President Andrew Jackson

written July 4, 2016, by Stefan Mercier

Andrew Jackson

Recently the GO Educational Tours team met on Plum Island, MA for a company retreat for training and team building and preparations for the 2017 travel season. At that retreat, a question was raised of everyone that attended: Which person from history would you choose to help you during a zombie apocalypse? My answer was an easy one, Andrew Jackson. Yes the seventh President of the United States. He has been one of my most favorite people to study in United States history; being born in South Carolina doesn’t hurt either.

On your next class trip to Washington DC you see his statue in the center of Lafayette Square.He was probably the biggest tough guy to hold the office of president. As a young boy during the American Revolution, he refused to clean the boots of a Dragoon officer. As a result the Dragoon officer slashed boy Jackson in the face with his sword causing a scar that Jackson carried with him the rest of his life. This is a reason why many of the portraits of Andrew Jackson are of his left side of his face, not the right.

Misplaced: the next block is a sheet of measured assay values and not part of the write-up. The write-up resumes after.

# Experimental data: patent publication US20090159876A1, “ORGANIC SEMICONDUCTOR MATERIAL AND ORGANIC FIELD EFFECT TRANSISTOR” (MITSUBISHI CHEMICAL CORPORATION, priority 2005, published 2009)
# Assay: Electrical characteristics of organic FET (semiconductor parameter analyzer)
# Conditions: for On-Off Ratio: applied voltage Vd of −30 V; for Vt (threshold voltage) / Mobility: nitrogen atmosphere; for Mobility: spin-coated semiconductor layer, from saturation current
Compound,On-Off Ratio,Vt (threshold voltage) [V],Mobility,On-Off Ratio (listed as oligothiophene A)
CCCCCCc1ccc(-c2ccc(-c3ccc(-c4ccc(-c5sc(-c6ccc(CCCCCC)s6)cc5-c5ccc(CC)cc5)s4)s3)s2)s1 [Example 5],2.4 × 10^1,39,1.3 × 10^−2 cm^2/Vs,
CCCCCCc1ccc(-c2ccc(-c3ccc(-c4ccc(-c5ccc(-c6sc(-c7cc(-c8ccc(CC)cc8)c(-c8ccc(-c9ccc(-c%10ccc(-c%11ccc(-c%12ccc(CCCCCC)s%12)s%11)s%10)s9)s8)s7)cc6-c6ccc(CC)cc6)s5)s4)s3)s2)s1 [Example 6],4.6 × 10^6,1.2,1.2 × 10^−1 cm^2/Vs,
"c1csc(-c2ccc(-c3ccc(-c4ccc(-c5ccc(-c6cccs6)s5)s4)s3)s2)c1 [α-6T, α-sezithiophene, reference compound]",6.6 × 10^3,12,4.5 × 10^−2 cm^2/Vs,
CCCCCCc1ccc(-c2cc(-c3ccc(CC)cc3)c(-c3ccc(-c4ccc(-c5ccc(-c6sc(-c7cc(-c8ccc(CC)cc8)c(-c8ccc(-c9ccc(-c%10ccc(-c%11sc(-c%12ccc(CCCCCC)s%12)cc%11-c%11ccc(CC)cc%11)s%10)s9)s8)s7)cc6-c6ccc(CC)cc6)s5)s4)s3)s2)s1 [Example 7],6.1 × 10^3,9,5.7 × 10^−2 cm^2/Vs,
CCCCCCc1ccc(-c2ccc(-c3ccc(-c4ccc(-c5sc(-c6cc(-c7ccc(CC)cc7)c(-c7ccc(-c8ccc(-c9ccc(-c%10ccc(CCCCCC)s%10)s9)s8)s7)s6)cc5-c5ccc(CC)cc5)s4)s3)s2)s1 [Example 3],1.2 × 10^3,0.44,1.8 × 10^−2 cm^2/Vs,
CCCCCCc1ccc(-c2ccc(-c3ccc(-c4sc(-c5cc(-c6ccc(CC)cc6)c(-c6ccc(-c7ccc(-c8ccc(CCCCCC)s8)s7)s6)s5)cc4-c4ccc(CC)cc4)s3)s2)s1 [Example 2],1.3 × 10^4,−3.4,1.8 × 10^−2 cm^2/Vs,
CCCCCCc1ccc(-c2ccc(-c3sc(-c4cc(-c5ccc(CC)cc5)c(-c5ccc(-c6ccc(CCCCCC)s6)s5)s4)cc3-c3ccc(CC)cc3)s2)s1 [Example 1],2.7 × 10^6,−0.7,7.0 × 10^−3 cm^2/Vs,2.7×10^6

Before ever becoming president, Jackson fought 103 duels–mostly defending the integrity of his wife. As a result, Jackson is said to have kept 37 pistols ready to be used in a duel at all times. One such duel, with Charles Dickenson, Jackson took a bullet to the chest from Dickenson, but still stood tall and shot Dickenson dead. That bullet was so close to Jackson’s heart that surgeons of that day did not want to risk operating, so the bullet stayed with Jackson, like the facial scar, the rest of this life.

At 67, now President of the United States, Jackson was the first American President to experience an assassination attempt. The pistol of the attacked misfired, and before the attacker could reload and fire again at Jackson, the President leapt from the US Capitol steps in Washington DC and proceeded to club the attacker with his walking cane. Jackson’s aides had to pull Jackson off the attacker before Jackson could killed his attacker.

These are just a few examples of how much of a tough guy Andrew Jackson was as a man and President. I could go on and on about his military involvement in the Creek War, War of 1812 at the Battle of New Orleans or even protecting the settlers of Southern Georgia/ Alabama and Northern Florida during the 1st Seminole War. When you see his statue in Washington DC during your educational tour remember President Jackson. He was rough, brave, honorable and loyal to his friends and family. Someone that would stick with you when zombies are starting to chase after you.

Have a great 4th of July everyone.
Andy